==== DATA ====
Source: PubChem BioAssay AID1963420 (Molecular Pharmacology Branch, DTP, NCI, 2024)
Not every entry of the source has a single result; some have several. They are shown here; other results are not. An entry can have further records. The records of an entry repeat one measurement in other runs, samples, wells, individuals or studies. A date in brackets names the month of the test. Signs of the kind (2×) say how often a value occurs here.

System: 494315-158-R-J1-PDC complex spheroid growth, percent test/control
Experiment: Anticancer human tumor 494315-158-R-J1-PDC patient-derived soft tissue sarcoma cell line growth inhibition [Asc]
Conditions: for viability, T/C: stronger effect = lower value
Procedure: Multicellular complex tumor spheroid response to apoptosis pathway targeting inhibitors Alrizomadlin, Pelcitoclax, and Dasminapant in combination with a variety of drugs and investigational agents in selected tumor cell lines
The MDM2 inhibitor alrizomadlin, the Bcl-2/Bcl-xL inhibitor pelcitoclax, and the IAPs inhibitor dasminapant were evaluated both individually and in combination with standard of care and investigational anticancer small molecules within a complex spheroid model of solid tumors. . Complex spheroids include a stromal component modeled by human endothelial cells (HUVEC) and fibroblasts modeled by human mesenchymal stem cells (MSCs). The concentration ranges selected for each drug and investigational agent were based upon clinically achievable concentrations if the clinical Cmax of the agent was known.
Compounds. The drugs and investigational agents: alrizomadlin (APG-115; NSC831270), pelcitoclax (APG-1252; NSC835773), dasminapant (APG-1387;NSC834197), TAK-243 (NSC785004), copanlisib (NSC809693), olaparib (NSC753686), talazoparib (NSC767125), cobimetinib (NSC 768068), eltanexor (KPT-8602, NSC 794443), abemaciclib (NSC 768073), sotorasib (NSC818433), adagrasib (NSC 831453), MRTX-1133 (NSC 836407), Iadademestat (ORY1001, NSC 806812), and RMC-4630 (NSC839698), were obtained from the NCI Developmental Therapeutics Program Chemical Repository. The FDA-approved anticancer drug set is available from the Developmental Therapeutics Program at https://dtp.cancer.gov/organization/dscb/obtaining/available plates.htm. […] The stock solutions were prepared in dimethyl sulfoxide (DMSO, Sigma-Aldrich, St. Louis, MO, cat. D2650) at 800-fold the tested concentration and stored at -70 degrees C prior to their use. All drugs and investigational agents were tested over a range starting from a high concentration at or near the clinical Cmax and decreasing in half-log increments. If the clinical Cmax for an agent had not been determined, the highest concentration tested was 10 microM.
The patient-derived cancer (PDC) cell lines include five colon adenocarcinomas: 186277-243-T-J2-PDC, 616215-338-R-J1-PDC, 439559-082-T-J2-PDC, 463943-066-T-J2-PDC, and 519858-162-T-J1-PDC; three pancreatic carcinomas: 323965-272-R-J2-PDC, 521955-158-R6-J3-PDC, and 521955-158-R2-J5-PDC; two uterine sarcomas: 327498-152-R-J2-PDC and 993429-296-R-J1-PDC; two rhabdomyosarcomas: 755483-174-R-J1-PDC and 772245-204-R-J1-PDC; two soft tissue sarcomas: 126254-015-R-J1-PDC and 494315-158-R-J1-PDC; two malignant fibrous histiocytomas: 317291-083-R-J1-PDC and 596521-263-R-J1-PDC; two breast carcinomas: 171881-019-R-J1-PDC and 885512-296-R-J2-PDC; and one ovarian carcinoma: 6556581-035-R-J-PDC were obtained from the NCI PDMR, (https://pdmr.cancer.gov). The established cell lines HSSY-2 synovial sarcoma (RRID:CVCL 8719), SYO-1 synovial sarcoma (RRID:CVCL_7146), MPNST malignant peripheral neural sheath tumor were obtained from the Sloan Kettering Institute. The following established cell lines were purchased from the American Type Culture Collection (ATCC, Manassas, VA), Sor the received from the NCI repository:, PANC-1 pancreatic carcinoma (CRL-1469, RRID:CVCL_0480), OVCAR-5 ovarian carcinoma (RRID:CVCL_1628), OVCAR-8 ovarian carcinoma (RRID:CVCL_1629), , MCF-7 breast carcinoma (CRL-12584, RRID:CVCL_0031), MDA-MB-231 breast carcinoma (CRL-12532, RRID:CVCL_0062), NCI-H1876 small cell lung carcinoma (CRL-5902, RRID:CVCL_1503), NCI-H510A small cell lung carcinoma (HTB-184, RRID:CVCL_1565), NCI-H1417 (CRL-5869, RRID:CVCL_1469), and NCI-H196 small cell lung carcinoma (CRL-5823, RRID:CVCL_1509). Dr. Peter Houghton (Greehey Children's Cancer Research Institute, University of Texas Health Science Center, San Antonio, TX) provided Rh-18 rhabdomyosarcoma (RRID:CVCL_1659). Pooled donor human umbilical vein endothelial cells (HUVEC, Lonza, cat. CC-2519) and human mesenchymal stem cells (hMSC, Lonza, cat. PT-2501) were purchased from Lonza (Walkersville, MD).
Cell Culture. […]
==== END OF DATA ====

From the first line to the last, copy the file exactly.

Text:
Source: PubChem BioAssay AID1963420 (Molecular Pharmacology Branch, DTP, NCI, 2024)
Not every entry of the source has a single result; some have several. They are shown here; other results are not. An entry can have further records. The records of an entry repeat one measurement in other runs, samples, wells, individuals or studies. A date in brackets names the month of the test. Signs of the kind (2×) say how often a value occurs here.

System: 494315-158-R-J1-PDC complex spheroid growth, percent test/control
Experiment: Anticancer human tumor 494315-158-R-J1-PDC patient-derived soft tissue sarcoma cell line growth inhibition [Asc]
Conditions: for viability, T/C: stronger effect = lower value
Procedure: Multicellular complex tumor spheroid response to apoptosis pathway targeting inhibitors Alrizomadlin, Pelcitoclax, and Dasminapant in combination with a variety of drugs and investigational agents in selected tumor cell lines
The MDM2 inhibitor alrizomadlin, the Bcl-2/Bcl-xL inhibitor pelcitoclax, and the IAPs inhibitor dasminapant were evaluated both individually and in combination with standard of care and investigational anticancer small molecules within a complex spheroid model of solid tumors. . Complex spheroids include a stromal component modeled by human endothelial cells (HUVEC) and fibroblasts modeled by human mesenchymal stem cells (MSCs). The concentration ranges selected for each drug and investigational agent were based upon clinically achievable concentrations if the clinical Cmax of the agent was known.
Compounds. The drugs and investigational agents: alrizomadlin (APG-115; NSC831270), pelcitoclax (APG-1252; NSC835773), dasminapant (APG-1387;NSC834197), TAK-243 (NSC785004), copanlisib (NSC809693), olaparib (NSC753686), talazoparib (NSC767125), cobimetinib (NSC 768068), eltanexor (KPT-8602, NSC 794443), abemaciclib (NSC 768073), sotorasib (NSC818433), adagrasib (NSC 831453), MRTX-1133 (NSC 836407), Iadademestat (ORY1001, NSC 806812), and RMC-4630 (NSC839698), were obtained from the NCI Developmental Therapeutics Program Chemical Repository. The FDA-approved anticancer drug set is available from the Developmental Therapeutics Program at https://dtp.cancer.gov/organization/dscb/obtaining/available plates.htm. […] The stock solutions were prepared in dimethyl sulfoxide (DMSO, Sigma-Aldrich, St. Louis, MO, cat. D2650) at 800-fold the tested concentration and stored at -70 degrees C prior to their use. All drugs and investigational agents were tested over a range starting from a high concentration at or near the clinical Cmax and decreasing in half-log increments. If the clinical Cmax for an agent had not been determined, the highest concentration tested was 10 microM.
The patient-derived cancer (PDC) cell lines include five colon adenocarcinomas: 186277-243-T-J2-PDC, 616215-338-R-J1-PDC, 439559-082-T-J2-PDC, 463943-066-T-J2-PDC, and 519858-162-T-J1-PDC; three pancreatic carcinomas: 323965-272-R-J2-PDC, 521955-158-R6-J3-PDC, and 521955-158-R2-J5-PDC; two uterine sarcomas: 327498-152-R-J2-PDC and 993429-296-R-J1-PDC; two rhabdomyosarcomas: 755483-174-R-J1-PDC and 772245-204-R-J1-PDC; two soft tissue sarcomas: 126254-015-R-J1-PDC and 494315-158-R-J1-PDC; two malignant fibrous histiocytomas: 317291-083-R-J1-PDC and 596521-263-R-J1-PDC; two breast carcinomas: 171881-019-R-J1-PDC and 885512-296-R-J2-PDC; and one ovarian carcinoma: 6556581-035-R-J-PDC were obtained from the NCI PDMR, (https://pdmr.cancer.gov). The established cell lines HSSY-2 synovial sarcoma (RRID:CVCL 8719), SYO-1 synovial sarcoma (RRID:CVCL_7146), MPNST malignant peripheral neural sheath tumor were obtained from the Sloan Kettering Institute. The following established cell lines were purchased from the American Type Culture Collection (ATCC, Manassas, VA), Sor the received from the NCI repository:, PANC-1 pancreatic carcinoma (CRL-1469, RRID:CVCL_0480), OVCAR-5 ovarian carcinoma (RRID:CVCL_1628), OVCAR-8 ovarian carcinoma (RRID:CVCL_1629), , MCF-7 breast carcinoma (CRL-12584, RRID:CVCL_0031), MDA-MB-231 breast carcinoma (CRL-12532, RRID:CVCL_0062), NCI-H1876 small cell lung carcinoma (CRL-5902, RRID:CVCL_1503), NCI-H510A small cell lung carcinoma (HTB-184, RRID:CVCL_1565), NCI-H1417 (CRL-5869, RRID:CVCL_1469), and NCI-H196 small cell lung carcinoma (CRL-5823, RRID:CVCL_1509). Dr. Peter Houghton (Greehey Children's Cancer Research Institute, University of Texas Health Science Center, San Antonio, TX) provided Rh-18 rhabdomyosarcoma (RRID:CVCL_1659). Pooled donor human umbilical vein endothelial cells (HUVEC, Lonza, cat. CC-2519) and human mesenchymal stem cells (hMSC, Lonza, cat. PT-2501) were purchased from Lonza (Walkersville, MD).
Cell Culture. […]